A Conversation With Donald Snow
By Todd Wilkinson EBS Environmental Columnist
When Don Snow launched Northern Lights magazine in Missoula in 1984, the times then bore an uncanny resemblance to what we are seeing today. James Watt, tapped by President Ronald Reagan to serve as Interior Secretary, had been a champion of ideas promoted by those affiliated with the Sagebrush Rebellion, including transferring control of federal lands over to states, rolling back regulations of industry and weakening environmental laws.
The embattled Mr. Watt, reviled by environmentalists yet well liked in his home state of Wyoming, resigned his cabinet post in 1983.
During its existence, Northern Lights featured an extraordinary line-up of writers and artists, laying the groundwork for intense reflection on the difference between “the New West” and old one. In Missoula where Snow ran the Northern Lights Institute, he also taught creative writing and natural resource politics at the University of Montana. Later, he was hired by Whitman College to be a professor of environmental studies and writing, helping to establish the small liberal arts campus in Walla Walla, Washington, as a leader in place-based education.
Not long ago, I had a conversation with Show about Northern Lights and how it attempted to inspire deeper reflection about the modern West.
Todd Wilkinson: One of the sidebar issues being discussed by many thinkers is the erosion of civility in public discourse and the field of civics no longer being taught as a fundamental element of public education. Not only do we have people not understanding how government works but lawmakers and others who have lost reverence for comity.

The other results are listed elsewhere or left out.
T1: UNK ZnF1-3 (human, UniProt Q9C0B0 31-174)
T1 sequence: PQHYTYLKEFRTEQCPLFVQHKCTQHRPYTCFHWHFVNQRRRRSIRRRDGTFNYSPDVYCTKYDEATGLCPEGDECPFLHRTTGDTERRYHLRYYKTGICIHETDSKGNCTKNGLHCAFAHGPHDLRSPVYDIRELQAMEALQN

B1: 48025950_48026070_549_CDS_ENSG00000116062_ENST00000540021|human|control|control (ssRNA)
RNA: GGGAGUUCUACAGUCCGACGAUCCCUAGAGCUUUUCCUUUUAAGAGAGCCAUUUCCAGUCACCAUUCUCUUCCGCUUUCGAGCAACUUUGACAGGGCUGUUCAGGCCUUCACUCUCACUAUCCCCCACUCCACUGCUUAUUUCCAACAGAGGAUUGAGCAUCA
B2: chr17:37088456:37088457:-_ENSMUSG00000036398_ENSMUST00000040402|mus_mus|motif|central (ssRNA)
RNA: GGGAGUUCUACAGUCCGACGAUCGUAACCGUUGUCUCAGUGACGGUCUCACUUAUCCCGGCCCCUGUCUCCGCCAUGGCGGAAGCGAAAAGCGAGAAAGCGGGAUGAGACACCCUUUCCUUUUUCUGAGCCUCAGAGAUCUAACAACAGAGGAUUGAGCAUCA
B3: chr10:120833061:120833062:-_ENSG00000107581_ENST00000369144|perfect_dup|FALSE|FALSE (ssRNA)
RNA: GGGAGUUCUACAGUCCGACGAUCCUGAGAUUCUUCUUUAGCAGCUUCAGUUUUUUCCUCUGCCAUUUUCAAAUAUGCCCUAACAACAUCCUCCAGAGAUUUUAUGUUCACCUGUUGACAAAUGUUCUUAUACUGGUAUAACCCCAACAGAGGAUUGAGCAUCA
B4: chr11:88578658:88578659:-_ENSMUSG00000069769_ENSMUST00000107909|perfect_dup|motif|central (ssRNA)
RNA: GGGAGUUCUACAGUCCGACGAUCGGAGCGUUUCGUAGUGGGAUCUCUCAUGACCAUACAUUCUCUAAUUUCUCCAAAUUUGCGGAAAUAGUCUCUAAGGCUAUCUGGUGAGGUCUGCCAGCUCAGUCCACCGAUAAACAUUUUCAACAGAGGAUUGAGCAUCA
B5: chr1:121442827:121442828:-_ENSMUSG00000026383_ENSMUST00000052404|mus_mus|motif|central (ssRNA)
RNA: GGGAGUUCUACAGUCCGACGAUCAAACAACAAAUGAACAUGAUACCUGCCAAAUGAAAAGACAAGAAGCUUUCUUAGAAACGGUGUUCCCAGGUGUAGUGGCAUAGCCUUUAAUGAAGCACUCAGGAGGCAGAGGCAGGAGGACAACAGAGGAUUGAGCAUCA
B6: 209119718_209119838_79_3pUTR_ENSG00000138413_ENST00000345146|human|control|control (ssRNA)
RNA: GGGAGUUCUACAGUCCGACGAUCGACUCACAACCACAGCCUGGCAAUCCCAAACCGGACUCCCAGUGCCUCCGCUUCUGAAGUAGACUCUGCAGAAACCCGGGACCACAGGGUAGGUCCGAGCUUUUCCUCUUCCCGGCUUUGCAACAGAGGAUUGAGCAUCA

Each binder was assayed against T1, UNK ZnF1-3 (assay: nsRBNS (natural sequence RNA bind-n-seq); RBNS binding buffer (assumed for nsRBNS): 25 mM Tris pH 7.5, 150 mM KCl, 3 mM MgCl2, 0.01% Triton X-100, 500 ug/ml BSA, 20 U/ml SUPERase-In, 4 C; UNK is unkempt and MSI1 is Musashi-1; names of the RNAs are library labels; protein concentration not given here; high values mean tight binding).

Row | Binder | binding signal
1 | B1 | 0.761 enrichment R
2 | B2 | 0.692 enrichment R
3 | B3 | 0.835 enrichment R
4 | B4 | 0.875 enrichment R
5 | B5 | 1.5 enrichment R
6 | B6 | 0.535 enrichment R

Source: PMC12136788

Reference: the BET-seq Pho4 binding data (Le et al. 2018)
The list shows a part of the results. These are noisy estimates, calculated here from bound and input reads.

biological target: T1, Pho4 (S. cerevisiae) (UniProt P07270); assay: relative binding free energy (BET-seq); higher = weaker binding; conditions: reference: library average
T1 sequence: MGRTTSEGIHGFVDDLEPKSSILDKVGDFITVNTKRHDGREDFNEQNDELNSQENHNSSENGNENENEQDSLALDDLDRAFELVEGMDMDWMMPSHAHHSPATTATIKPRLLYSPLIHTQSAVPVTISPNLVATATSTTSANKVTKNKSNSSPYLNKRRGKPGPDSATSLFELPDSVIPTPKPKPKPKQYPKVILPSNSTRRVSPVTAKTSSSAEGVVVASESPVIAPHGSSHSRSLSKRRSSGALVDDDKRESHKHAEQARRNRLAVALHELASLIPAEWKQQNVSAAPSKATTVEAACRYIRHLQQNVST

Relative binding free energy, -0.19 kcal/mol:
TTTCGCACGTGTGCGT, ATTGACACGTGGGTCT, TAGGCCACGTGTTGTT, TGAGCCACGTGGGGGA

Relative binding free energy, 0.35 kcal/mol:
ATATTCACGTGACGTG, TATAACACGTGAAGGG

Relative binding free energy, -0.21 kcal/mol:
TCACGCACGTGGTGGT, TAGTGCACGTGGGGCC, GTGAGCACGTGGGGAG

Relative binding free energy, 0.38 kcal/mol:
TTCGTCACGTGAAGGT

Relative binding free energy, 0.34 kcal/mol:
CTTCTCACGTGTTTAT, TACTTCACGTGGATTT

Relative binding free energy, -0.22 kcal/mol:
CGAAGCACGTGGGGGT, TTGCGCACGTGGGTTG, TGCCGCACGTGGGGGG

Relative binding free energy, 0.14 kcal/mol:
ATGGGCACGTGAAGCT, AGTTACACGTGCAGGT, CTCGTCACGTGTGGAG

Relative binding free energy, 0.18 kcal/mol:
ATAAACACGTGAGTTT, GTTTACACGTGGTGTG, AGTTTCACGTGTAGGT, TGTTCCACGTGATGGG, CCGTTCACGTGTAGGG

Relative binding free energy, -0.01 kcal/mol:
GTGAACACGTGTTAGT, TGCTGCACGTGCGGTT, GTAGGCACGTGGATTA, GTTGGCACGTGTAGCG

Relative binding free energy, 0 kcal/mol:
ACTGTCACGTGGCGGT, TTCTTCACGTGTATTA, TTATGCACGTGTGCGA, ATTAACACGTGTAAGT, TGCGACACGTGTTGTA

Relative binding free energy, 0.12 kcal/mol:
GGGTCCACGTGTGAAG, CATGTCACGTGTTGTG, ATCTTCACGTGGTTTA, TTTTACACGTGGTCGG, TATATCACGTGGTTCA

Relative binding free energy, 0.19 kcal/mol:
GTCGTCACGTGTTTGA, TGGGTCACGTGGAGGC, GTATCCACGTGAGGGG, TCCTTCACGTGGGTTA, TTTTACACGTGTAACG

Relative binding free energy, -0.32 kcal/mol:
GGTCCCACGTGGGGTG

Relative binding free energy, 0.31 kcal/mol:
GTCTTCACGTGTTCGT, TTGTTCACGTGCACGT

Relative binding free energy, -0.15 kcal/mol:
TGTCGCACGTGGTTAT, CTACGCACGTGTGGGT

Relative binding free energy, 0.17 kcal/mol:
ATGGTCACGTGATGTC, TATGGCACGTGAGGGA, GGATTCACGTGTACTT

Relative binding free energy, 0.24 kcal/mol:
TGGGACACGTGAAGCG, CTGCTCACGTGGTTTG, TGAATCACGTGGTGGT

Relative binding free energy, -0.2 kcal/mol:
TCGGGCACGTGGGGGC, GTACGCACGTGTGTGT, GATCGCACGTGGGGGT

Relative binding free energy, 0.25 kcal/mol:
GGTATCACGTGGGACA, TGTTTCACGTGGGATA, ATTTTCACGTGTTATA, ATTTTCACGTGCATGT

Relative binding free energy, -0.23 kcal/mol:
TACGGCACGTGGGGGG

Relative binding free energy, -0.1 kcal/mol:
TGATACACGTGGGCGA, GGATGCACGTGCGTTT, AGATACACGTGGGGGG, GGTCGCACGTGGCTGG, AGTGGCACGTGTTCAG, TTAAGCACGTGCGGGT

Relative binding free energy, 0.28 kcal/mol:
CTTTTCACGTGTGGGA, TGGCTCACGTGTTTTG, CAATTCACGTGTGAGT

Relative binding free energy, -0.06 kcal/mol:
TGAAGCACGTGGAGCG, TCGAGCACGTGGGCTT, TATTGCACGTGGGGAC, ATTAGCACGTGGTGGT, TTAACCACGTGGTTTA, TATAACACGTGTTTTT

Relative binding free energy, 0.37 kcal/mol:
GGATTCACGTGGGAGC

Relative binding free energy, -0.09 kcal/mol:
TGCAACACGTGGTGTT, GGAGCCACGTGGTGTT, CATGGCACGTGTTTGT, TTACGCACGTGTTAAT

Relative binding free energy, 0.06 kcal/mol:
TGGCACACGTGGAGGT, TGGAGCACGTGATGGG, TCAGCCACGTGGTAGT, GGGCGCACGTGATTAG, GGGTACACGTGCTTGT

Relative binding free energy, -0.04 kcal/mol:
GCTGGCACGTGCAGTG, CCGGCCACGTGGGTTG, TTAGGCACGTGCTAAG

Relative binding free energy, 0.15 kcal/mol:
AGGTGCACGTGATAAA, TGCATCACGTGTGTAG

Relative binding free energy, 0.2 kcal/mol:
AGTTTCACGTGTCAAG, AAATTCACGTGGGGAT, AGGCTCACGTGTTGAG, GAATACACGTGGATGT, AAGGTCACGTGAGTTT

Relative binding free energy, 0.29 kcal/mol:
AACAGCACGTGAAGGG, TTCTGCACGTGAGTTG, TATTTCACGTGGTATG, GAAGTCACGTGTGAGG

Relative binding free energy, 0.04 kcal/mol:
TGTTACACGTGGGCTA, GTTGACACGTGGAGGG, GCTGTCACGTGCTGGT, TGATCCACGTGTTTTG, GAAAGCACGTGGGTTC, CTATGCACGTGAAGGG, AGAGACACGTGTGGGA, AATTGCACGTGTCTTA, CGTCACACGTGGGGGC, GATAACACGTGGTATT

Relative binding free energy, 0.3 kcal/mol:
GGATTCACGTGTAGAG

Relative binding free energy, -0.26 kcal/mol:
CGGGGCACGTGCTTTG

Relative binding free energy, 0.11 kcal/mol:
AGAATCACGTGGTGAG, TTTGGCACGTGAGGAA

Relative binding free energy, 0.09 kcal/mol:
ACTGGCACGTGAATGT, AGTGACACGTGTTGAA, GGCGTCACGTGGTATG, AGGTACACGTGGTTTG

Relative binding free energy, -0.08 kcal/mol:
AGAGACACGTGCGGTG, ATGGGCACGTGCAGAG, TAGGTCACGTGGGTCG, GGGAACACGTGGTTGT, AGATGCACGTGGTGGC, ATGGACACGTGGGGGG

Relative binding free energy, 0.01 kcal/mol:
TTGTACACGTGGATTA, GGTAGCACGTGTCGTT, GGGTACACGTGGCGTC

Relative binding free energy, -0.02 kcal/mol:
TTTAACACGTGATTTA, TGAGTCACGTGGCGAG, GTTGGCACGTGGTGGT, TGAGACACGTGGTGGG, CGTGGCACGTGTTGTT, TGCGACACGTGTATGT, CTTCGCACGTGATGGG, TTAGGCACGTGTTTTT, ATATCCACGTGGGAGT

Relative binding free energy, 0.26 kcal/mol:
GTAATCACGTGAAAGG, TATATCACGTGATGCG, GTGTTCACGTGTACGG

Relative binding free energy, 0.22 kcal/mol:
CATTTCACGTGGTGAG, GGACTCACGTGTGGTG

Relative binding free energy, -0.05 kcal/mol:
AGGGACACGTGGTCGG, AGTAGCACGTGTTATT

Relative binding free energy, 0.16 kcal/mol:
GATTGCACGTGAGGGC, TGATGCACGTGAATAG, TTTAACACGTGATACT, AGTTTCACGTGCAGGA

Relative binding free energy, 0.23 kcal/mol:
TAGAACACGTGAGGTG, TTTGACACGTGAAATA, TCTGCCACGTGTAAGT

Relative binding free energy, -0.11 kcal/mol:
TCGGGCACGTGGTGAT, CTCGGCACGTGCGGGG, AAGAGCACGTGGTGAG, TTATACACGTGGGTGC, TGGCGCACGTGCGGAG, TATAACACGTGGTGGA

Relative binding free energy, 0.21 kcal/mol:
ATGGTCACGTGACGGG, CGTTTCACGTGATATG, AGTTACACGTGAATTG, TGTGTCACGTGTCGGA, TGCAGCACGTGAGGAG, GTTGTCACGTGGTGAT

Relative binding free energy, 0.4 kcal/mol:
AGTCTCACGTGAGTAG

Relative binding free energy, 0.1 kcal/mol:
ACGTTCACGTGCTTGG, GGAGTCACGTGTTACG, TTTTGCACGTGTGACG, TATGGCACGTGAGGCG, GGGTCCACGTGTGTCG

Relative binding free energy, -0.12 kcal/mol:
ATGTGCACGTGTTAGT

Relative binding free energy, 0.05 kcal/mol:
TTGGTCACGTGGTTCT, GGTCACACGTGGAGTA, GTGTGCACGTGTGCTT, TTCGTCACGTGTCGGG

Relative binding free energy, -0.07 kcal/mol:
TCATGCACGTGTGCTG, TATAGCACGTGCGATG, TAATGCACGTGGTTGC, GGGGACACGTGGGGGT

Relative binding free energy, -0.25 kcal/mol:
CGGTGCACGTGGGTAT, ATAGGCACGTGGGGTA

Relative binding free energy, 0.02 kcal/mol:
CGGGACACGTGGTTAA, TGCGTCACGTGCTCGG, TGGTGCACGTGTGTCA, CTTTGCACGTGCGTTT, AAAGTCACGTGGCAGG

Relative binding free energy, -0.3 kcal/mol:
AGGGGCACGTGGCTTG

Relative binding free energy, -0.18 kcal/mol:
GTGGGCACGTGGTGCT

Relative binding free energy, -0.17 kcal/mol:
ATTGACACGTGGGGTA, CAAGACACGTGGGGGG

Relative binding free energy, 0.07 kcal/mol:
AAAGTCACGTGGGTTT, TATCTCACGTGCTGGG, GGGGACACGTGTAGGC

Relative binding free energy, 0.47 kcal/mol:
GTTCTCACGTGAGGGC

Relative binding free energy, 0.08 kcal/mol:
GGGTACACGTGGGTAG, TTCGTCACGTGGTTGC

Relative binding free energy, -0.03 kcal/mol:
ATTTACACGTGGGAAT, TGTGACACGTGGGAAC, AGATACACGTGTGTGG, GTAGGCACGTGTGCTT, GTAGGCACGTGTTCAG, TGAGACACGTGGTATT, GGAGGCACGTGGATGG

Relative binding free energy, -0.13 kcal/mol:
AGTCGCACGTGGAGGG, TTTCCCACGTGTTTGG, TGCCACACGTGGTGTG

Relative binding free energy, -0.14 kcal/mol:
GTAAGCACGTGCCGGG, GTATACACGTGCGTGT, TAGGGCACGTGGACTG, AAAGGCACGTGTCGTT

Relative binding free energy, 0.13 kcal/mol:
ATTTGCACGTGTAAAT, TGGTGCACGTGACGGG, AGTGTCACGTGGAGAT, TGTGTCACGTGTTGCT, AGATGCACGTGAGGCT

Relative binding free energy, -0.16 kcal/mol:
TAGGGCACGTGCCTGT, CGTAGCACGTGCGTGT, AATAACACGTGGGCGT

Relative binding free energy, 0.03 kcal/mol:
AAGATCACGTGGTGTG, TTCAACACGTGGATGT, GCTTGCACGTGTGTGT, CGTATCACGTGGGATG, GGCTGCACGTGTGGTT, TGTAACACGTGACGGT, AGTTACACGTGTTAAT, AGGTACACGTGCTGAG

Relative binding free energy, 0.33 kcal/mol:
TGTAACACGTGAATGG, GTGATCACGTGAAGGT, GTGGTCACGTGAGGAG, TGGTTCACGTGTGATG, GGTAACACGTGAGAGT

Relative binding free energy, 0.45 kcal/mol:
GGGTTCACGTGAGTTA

Don Snow: I don’t think the loss of civility is a sidebar issue. I think it’s the issue. That’s a conclusion I arrived at around 30 years ago when I was directing the Northern Lights Institute in Missoula. We were a tiny think-tank funded mostly by private foundation grants, and we were limited by little more than our imaginations, as to the range of problems and issues we chose to pursue.
Most of us—staff and board combined—were veterans of the immense conflicts in the West which grew out of Nixon Administration collusion with the energy industry—the opening of every potential energy basin across the desert Southwest and Northern Plains to try achieve the futile dream of “energy independence” in the wake of the Arab oil embargo. Coal, uranium, oil and gas, new power plants cropping up everywhere. It’s hard to describe that era today—the West was such a different place—but suffice to say, the so-called “energy wars” of the ’70s galvanized a great many into political action.
T.W.: The implication for today being?
D.S.: The results were quite astonishing. We were just a bunch of naïve, stripling environmentalists (men and women), but we managed to catch a huge wave of public concern, and we got a lot done in a very short period of time. Air and water quality protections, mined land reclamation standards, expansions of wilderness areas and other protected lands, regulatory acts that governed the siting of new energy facilities and the like—and perhaps the greatest overall accomplishment: new laws and rules that guaranteed public access to governmental decision-making. These were called “sunshine laws” for the new light they shed into formerly dark chambers.
Wilkinson: Northern Lights was a catalyst for discussion of issues that are not so different from where the West finds itself today.
D.S.: Northern Lights started out in the early ‘80s as an issues-focused organization, with the intentions of producing high-quality studies and policy papers on a range of issues selected by the board, to continue the work of progressive activism from a more academic platform, but in a short time we began to move in a very different direction. By the mid-80s, we realized that so many public policy issues in the arenas we cared about had essentially come to a complete halt.